New York (Jan. 7, 2003) -- Information security surged to become the No. 1 technology concern for the upcoming year, according to the recently released American Institute of CPAs 2003 Top Technologies survey. The issue ranked No. 3 last year and topped the results in 2001.AICPA’s Top Technologies list groups the 10 areas most likely to have an impact on business in the coming year.

"It should come as no surprise that Information Security is the top issue," said Roman Kepczyk, chairman of the AICPA Information Technology Executive Committee and chair of the Top Technologies Task Force. "Information Security always makes a significant showing on the list. We can expect it to be a major issue for the foreseeable future."

The 2003 results also revealed six new entries to the list of 10, including business information management, wireless technologies, and privacy. Another notable change in the rankings was Web services' climb to fourth place this year, up from the No. 8 spot in 2002.

Here is the complete ranking for 2003:

  1. Information Security: Tools and processes that protect an organization's information systems from internal and external threats, such as firewalls, anti-virus software, and Internet-protocol strategy.
  2. Business Information Management: The process of capturing, indexing, storing, retrieving, searching, and managing documents electronically, including knowledge and database management (XML, PDF and other formats).
  3. Application Integration: The ability of different operating systems, applications, and databases to "talk" to each other and for information to flow freely regardless of application, language, or platform.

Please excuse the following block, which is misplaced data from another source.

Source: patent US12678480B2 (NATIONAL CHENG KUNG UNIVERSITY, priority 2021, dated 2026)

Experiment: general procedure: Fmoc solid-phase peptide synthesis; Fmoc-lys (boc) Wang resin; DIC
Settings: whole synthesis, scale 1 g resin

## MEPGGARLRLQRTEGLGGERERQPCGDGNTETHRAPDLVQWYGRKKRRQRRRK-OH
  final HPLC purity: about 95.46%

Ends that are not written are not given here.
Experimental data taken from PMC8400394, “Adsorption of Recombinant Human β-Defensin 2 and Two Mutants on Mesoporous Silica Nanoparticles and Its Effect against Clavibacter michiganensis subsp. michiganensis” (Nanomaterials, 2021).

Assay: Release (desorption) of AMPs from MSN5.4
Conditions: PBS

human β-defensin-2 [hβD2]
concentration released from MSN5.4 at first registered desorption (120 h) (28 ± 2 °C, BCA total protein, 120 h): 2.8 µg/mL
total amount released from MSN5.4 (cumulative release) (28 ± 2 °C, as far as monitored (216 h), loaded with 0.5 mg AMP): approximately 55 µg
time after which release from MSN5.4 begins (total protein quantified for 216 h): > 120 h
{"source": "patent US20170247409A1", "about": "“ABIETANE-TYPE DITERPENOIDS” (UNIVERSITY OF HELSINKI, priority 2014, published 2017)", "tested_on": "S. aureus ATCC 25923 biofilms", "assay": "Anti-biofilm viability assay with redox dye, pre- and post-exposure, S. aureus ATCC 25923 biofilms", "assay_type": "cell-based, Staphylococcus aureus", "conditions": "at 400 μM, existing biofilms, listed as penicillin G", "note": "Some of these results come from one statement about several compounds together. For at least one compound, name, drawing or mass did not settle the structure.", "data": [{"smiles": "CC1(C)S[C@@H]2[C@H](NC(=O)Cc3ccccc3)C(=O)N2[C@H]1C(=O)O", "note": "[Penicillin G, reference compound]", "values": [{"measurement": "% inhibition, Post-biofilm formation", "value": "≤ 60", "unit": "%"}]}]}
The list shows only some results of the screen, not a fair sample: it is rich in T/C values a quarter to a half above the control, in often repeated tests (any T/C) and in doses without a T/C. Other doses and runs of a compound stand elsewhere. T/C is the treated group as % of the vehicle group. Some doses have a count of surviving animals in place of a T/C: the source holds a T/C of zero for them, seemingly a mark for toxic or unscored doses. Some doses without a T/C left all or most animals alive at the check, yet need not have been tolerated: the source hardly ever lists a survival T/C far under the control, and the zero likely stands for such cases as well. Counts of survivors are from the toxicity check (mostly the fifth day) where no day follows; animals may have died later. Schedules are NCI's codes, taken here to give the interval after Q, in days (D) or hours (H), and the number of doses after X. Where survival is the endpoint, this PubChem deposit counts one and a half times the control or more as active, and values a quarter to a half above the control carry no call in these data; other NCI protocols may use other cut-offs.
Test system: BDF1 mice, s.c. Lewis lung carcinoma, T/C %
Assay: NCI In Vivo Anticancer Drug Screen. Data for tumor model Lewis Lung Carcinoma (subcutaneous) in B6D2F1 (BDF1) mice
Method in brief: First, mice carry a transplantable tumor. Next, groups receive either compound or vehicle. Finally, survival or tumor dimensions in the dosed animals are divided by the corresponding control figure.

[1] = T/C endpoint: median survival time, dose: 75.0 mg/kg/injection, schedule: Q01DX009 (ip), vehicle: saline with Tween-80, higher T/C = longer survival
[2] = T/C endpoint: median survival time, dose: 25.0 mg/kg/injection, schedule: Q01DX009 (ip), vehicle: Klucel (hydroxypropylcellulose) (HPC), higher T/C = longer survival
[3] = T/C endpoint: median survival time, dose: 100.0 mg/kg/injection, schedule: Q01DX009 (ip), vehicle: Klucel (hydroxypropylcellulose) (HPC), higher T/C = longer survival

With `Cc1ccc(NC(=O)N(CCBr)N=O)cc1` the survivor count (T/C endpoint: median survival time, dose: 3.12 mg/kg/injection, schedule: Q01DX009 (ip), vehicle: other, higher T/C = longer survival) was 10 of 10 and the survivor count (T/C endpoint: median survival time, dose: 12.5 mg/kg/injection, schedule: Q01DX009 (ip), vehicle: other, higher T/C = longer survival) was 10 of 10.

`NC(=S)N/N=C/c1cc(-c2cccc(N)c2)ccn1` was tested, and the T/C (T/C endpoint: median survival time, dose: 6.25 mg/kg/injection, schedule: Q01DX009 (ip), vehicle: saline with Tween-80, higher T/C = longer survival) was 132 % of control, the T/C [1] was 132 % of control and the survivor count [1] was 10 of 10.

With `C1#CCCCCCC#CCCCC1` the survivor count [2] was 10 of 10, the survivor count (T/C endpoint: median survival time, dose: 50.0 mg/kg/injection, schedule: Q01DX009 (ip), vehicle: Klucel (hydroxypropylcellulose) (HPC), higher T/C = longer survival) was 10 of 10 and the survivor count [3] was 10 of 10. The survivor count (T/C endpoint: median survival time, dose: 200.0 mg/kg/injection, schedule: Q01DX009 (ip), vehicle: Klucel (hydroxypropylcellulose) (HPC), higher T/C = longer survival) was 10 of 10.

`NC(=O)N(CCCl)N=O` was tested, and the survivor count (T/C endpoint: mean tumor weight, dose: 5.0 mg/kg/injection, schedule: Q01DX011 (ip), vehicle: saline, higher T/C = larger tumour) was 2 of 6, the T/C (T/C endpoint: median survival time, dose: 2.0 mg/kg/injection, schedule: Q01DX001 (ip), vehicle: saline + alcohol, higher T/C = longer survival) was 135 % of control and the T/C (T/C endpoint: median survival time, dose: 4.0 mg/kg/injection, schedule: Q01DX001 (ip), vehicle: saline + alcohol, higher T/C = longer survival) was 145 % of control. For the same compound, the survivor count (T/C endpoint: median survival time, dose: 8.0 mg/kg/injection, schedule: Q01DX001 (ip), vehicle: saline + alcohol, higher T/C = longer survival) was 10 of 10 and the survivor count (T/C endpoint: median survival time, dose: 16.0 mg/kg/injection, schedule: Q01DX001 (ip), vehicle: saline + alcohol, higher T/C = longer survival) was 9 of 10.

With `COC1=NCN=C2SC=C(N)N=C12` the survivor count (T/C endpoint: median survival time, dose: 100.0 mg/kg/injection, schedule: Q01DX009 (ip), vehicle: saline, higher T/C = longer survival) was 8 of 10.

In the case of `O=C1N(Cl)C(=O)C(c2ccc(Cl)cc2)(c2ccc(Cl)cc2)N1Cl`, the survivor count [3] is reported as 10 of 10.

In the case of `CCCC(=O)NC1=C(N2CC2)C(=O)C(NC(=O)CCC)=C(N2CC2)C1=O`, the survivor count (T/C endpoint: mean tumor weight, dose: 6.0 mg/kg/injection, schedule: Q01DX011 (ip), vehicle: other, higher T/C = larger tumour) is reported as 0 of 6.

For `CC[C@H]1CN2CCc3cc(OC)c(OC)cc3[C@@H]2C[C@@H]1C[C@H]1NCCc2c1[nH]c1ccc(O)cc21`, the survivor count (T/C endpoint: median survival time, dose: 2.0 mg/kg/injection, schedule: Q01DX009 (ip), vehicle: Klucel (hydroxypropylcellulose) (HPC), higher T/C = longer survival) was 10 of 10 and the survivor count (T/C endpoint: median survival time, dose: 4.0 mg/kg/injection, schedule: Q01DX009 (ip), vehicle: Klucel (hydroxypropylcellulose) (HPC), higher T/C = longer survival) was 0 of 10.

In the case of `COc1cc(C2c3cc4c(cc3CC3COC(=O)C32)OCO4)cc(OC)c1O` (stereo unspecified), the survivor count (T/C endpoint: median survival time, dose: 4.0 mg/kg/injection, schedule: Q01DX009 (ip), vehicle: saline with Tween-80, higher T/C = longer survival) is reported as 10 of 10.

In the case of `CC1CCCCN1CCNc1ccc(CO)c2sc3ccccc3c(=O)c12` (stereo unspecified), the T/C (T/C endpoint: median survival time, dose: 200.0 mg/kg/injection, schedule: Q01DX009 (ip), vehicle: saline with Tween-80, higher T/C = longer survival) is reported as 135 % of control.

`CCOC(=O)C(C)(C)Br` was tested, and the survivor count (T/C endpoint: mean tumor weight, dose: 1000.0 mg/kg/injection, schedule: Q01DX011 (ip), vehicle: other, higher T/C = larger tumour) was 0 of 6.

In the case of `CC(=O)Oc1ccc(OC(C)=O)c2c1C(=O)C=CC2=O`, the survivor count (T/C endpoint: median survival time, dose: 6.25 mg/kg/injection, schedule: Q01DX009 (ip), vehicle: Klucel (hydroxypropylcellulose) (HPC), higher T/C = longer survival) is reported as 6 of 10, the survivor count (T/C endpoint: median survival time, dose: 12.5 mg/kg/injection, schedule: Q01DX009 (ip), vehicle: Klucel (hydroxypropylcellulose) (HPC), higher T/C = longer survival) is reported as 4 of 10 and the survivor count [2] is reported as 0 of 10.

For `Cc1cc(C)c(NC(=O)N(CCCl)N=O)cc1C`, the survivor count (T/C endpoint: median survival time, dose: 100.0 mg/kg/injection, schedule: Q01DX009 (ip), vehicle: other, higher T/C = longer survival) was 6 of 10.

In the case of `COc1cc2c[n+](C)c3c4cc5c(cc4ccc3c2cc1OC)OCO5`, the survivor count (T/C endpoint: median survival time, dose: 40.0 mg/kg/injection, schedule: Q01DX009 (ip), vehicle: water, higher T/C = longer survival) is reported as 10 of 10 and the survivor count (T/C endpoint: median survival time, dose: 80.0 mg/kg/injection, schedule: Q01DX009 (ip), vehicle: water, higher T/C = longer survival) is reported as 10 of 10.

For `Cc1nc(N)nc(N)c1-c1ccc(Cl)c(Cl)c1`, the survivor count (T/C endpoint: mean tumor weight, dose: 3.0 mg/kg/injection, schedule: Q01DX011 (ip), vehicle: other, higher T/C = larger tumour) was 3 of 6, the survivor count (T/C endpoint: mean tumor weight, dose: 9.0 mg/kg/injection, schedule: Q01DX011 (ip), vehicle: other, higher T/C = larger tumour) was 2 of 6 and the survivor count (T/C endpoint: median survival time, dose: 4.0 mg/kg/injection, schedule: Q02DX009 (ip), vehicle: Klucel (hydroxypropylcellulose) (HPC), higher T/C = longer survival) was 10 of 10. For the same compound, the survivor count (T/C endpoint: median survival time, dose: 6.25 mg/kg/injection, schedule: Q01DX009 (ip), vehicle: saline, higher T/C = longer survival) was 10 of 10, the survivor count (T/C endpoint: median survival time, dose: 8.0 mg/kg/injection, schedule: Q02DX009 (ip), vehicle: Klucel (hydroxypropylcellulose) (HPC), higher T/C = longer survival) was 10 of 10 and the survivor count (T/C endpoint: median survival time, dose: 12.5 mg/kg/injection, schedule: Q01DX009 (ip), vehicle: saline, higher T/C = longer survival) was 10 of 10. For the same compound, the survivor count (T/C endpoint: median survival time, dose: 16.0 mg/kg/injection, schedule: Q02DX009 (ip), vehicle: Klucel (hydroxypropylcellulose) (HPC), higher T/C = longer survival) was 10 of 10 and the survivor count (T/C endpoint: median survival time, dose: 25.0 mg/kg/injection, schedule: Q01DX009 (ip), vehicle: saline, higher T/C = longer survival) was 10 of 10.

4. Web Services: These include Java applications, Microsoft's .Net initiative, and today's Application Service Providers (ASP) and business portals.
  5. Disaster Recovery Planning: The process by which organizations plan for continuity of their business in the event of a loss of business information resources due to theft, virus infestation, weather damage, accidents, or other malicious destruction.
  6. Wireless Technologies.
  7. Intrusion Detection: Software or hardware that list and track all login attempts on a network such as Tripwire.
  8. Remote Connectivity: Technology that allows a user to connect to a computer from a distant location outside of the office.
  9. Customer Relationship Management: Software that manages Call Center Technologies, E-commerce, Data Warehousing, and all other technologies used to facilitate communications with customers and prospects.
  10. Privacy.

The AICPA reports that 201 of its members participated in the 2003 survey, including 142 CPAs holding the Institute's Certified Information Technology Professional (CITP) accreditation..-- Electronic Accountant Newswire staff

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